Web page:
How to Leash Train a Dog That Won’t Walk

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Trying to leash train a dog that refuses to walk is not too dissimilar from training a dog that pulls. Leash etiquette is essential for both the dog and the owner, as it means both can walk comfortably alongside each other with minimal risk from outside factors.

It means you can control the stride of the walk, but a dog that refuses to walk on a leash can be challenging to work worth. Here are some tips when it comes to how to leash train a dog that won’t walk.

Introducing Your Pup To Walking Manners

One of the reasons your dog refuses to walk or cooperate is because they don’t like the feeling of the leash on them. It might be as simple as the leash around them feeling foreign, or it could be because the leash isn’t the right fit. Check to see if it isn’t too tight or pinching them, as this will make them come to resent using a leash even more.

Once you’re sure of the possibility that they can be comfortable with a leash, you can move onto actually introducing them to it. While this may seem silly, seeing as how you’ve probably already tried to walk with the leash before, the idea is to introduce the leash in a positive light. There are a few ways to do this.

You could condition them to associate the leash with rewards and approval. Have the leash on hand and shower them with affection, showing them that it isn’t something to be afraid of. Talk to them and stroke them soothingly as you fit the collar onto them, so that they remain calm when you do so.

This is only half the battle, though. Once you’ve convinced your dog to wear the collar and leash, you’ll need to teach them to get used to walking and moving around with it on.

Teaching Them To Walk With A Leash

To begin with, you might not even want to have the leash on hand. A trick that many dog owners have used is the “sound and treat” method. What this entails is that whenever you give your pet a treat, make a specific sound. This can be you clucking your tongue, kissing the air or clicking your fingers; the sound itself is not essential. What is important is you make this sound when you feed them so that they develop a Pavlovian Response.

Using this to your advantage, when you train them, move a distance away and make that noise. This should get their attention, and if you bring out a treat, they should come after it. After a while, they should instinctively start walking towards you once they hear the noise, regardless of the leash.

This is another way of positive conditioning and should prove useful in getting your dog used to move with the collar on. It also lets them know that if they go on walks with you at the leash, there’s always the possibility of treats.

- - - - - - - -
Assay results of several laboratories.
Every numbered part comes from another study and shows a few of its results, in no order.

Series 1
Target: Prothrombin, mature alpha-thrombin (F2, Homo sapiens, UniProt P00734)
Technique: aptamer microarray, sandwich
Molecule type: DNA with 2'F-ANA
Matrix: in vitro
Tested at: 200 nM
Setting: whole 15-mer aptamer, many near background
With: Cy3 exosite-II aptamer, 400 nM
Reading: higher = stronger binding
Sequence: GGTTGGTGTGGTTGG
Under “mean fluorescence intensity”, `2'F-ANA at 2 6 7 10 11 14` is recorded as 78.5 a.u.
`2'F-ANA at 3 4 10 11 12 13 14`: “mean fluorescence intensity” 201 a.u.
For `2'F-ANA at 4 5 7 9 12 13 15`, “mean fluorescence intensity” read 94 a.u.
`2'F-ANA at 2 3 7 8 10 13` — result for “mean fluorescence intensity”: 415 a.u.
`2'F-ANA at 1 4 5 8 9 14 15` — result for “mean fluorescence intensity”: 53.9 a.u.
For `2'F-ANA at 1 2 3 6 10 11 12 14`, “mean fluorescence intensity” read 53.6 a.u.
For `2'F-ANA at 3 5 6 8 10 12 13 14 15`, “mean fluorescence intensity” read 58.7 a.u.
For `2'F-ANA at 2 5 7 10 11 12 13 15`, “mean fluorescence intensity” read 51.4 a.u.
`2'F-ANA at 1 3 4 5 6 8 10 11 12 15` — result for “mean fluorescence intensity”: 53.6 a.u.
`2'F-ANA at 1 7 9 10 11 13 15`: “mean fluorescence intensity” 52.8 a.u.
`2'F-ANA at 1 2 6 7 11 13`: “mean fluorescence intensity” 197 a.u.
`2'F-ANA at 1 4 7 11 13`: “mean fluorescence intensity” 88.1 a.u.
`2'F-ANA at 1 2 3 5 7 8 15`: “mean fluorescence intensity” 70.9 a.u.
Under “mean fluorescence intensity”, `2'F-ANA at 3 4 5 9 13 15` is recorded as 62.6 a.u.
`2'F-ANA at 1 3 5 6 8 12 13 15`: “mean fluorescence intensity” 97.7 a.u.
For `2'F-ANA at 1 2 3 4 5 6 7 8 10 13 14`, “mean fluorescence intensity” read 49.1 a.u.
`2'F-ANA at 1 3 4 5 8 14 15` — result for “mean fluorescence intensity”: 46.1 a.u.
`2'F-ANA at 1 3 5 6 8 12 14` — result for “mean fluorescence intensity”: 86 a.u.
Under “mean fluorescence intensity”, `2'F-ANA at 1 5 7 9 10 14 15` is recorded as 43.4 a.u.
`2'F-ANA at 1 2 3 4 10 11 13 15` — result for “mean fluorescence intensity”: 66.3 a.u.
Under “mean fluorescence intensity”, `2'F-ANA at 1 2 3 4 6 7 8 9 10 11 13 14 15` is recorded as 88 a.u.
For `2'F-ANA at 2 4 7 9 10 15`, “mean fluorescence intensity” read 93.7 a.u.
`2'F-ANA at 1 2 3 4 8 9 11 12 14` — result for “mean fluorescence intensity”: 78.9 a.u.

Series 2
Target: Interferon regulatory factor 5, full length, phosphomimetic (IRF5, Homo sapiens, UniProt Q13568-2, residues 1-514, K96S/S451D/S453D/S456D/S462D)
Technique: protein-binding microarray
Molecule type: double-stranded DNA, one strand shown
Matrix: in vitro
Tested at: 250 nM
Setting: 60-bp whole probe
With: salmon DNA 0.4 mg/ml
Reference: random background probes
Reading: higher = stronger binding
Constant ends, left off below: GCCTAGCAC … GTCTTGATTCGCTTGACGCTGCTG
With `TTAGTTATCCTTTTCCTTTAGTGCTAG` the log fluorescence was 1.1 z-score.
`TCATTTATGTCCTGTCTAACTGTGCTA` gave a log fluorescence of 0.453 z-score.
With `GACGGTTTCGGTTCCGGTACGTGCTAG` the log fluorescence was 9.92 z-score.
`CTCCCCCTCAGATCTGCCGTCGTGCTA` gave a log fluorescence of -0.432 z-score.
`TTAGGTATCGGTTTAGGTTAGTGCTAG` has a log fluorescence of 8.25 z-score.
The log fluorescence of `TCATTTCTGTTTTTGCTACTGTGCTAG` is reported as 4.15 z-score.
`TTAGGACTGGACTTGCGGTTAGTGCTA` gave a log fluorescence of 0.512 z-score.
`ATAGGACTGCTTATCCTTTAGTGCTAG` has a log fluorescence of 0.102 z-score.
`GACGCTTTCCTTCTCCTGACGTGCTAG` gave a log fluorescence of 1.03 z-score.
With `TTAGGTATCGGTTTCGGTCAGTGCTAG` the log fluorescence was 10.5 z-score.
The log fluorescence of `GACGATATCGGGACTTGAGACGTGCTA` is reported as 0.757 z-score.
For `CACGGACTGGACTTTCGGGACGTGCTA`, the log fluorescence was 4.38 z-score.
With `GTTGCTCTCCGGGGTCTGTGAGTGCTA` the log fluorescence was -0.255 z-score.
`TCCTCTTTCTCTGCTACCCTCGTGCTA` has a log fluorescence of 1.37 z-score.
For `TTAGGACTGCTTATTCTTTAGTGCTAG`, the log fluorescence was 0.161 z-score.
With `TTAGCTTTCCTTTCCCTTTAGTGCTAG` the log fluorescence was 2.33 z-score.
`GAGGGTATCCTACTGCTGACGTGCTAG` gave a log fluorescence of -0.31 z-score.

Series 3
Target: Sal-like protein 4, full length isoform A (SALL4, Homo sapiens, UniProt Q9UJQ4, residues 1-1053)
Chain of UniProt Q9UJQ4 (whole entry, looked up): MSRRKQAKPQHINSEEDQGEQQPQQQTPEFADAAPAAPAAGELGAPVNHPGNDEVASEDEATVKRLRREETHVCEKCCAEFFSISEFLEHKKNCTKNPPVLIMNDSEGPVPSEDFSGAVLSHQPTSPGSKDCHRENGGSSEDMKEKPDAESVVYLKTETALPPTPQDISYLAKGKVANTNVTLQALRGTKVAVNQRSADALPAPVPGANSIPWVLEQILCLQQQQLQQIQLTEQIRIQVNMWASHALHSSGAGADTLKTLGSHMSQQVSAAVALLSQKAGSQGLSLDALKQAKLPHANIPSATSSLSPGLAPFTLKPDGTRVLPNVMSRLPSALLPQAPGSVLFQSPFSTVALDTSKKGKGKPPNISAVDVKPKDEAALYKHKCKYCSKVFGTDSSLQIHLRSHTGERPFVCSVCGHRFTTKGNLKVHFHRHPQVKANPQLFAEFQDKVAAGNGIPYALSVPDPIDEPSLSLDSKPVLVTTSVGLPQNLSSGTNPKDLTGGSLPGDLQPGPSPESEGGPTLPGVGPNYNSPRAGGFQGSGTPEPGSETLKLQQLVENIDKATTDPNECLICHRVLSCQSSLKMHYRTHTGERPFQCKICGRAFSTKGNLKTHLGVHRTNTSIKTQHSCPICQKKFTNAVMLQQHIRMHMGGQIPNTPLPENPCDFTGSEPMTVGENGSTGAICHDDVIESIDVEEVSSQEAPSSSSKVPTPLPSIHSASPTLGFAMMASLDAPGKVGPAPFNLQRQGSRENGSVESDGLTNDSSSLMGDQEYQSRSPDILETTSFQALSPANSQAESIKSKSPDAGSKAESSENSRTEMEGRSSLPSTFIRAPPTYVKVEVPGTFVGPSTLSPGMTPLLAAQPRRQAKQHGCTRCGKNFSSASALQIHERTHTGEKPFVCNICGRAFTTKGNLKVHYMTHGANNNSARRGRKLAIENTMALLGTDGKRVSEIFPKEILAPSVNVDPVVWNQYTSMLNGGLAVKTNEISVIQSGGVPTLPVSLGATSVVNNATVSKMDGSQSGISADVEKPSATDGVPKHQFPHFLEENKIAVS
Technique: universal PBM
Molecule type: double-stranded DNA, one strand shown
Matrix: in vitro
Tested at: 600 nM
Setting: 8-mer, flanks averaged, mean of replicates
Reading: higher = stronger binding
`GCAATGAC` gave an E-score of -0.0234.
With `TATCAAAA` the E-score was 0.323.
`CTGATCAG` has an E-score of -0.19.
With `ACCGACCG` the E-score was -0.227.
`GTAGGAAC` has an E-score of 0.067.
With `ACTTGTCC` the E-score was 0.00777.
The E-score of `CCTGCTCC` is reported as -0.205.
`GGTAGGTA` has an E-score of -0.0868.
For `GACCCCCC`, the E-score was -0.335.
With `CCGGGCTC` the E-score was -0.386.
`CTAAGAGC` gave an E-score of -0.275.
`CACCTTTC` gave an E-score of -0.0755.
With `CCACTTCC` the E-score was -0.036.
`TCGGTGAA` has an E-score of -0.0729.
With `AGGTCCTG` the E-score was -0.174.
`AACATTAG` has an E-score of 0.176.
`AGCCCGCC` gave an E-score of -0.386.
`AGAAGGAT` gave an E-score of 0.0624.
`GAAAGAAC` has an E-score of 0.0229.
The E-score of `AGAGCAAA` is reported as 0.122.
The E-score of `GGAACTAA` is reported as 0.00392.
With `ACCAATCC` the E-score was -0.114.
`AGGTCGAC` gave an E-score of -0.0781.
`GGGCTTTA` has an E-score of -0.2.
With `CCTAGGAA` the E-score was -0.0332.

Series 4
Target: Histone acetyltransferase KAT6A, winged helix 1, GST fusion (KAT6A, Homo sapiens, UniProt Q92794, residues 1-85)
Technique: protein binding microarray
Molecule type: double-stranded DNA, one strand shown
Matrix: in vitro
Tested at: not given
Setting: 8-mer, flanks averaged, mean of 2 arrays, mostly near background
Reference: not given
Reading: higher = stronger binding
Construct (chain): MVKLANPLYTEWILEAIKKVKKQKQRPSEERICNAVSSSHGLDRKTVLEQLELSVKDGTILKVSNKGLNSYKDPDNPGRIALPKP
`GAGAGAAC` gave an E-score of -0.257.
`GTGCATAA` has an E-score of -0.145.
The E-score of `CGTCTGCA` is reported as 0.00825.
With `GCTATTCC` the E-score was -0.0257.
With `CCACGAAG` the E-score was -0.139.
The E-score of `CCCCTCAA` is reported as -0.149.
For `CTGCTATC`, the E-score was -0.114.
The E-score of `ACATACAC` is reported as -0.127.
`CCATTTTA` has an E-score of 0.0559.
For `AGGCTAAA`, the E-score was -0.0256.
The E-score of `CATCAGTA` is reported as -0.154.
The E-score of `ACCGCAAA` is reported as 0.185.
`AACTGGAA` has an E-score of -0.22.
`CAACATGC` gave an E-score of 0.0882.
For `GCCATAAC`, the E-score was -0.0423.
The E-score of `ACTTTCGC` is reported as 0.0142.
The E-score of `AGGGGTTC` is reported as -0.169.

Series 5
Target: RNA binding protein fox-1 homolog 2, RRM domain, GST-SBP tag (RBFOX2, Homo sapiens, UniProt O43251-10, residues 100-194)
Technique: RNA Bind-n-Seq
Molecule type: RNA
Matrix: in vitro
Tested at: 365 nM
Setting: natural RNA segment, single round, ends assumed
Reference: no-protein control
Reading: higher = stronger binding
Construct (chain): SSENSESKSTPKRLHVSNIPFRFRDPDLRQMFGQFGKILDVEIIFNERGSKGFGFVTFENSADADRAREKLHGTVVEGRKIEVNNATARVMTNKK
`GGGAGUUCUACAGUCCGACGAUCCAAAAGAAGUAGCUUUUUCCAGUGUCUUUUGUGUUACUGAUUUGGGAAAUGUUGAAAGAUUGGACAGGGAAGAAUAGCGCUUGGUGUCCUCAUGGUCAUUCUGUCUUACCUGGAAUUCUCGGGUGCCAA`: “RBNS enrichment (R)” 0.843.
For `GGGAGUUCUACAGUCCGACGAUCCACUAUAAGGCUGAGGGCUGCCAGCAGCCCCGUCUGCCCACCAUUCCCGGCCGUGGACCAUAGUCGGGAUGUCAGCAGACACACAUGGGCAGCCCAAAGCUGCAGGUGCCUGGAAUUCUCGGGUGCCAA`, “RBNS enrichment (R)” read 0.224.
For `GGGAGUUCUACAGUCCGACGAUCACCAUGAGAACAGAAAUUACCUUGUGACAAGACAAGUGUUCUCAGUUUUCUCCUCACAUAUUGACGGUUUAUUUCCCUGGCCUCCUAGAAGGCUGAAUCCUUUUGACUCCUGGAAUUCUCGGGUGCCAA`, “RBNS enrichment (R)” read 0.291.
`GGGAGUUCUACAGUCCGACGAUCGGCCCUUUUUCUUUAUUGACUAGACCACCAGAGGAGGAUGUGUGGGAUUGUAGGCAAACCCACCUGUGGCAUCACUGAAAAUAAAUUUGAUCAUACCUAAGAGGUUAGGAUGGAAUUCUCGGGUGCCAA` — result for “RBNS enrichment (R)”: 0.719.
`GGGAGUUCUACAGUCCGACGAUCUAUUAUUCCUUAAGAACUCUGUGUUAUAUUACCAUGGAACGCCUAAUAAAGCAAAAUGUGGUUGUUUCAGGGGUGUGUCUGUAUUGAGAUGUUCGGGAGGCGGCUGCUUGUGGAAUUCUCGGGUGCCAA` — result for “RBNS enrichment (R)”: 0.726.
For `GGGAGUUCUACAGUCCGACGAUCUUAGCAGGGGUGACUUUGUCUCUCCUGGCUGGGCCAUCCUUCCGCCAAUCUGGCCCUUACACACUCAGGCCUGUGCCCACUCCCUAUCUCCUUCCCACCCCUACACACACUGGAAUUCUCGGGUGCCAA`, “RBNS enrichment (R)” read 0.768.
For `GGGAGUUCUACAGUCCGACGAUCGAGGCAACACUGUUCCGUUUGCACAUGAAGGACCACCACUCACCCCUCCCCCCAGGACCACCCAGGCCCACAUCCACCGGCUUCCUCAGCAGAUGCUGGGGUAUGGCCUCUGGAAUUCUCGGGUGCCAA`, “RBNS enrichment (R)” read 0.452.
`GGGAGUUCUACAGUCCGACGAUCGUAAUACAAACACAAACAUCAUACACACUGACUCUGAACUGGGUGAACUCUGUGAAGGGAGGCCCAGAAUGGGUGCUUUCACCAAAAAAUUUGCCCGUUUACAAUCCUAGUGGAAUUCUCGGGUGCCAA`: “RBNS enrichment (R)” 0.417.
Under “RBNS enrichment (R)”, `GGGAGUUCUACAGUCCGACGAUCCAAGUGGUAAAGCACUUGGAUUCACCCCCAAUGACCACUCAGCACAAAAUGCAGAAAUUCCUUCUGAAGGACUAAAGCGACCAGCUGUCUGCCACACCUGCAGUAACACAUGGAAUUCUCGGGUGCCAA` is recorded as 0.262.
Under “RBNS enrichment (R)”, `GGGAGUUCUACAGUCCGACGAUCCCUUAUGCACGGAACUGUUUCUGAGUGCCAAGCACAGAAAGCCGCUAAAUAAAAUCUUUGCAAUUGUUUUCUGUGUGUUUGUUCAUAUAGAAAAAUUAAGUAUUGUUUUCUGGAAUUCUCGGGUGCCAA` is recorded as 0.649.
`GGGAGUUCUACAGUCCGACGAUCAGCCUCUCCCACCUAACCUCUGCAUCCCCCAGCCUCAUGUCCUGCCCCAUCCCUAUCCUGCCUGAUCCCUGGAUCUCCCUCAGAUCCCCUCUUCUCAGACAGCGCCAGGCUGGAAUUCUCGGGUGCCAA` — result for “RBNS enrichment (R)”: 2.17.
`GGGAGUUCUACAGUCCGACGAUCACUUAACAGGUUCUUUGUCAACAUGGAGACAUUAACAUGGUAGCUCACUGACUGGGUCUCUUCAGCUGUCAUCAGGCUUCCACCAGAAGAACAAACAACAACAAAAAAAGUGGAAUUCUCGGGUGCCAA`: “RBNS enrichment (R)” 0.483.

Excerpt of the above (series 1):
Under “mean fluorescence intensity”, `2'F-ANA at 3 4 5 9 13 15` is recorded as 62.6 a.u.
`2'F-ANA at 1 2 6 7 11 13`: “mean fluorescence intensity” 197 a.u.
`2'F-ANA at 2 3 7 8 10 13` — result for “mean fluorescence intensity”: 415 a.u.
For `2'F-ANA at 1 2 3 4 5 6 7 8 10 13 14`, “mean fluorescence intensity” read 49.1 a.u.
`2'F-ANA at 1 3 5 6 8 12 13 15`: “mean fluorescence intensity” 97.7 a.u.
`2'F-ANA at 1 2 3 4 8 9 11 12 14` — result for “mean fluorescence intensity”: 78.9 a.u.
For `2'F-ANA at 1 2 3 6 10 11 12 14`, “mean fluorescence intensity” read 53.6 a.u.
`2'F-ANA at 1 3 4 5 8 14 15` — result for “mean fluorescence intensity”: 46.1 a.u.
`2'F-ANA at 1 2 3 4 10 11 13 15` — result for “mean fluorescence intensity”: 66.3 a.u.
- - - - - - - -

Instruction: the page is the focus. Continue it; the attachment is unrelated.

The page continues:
How to Leash Train a Dog That Won’t Walk

Check For Problems

If none of the training has helped thus far, perhaps something is affecting your pup physically. Watch them when they walk around the house and see if they have a slight limp. Also, be sure to check out their bodies every so often to look for bumps, scrapes, or other sensitive bits.

The paws, tail, and head are common points to focus on. Check for any infections or injuries. Any injury, even a slight one, can take the life out of a dog and make them want to sit around and not be active.

If you can’t find anything yourself, but still aren’t entirely confident that nothing is wrong, perhaps it’s time to talk to a vet. They know exactly what to look for and have the equipment and knowledge to do a full checkup, and they’ll be the ones to tell you if anything ails your little buddy. They can also make good information sources to help with leash training, too, so be sure to ask for advice while you’re there.

If you do find something that’s irritating your dog and preventing them from walking, give them time to heal and get better. You shouldn’t try to train a dog that is unfit to be trained. Help them heal as best you can, and use the opportunity to build bonds so that they trust you more, which will make any training go smoother.


To train your dog to walk with a leash, you need to condition them to see it positively. This could mean showing a ton of affection, giving them treats when they do something right, or practicing putting the collar on for them so that they get used to the feeling.

It can also bring to light some issues that may be affecting them or injuries they may have sustained when you weren’t looking. Be sure to make a leash look friendly to them and make sure they are in good condition before training them and taking them out to the field or on the road.

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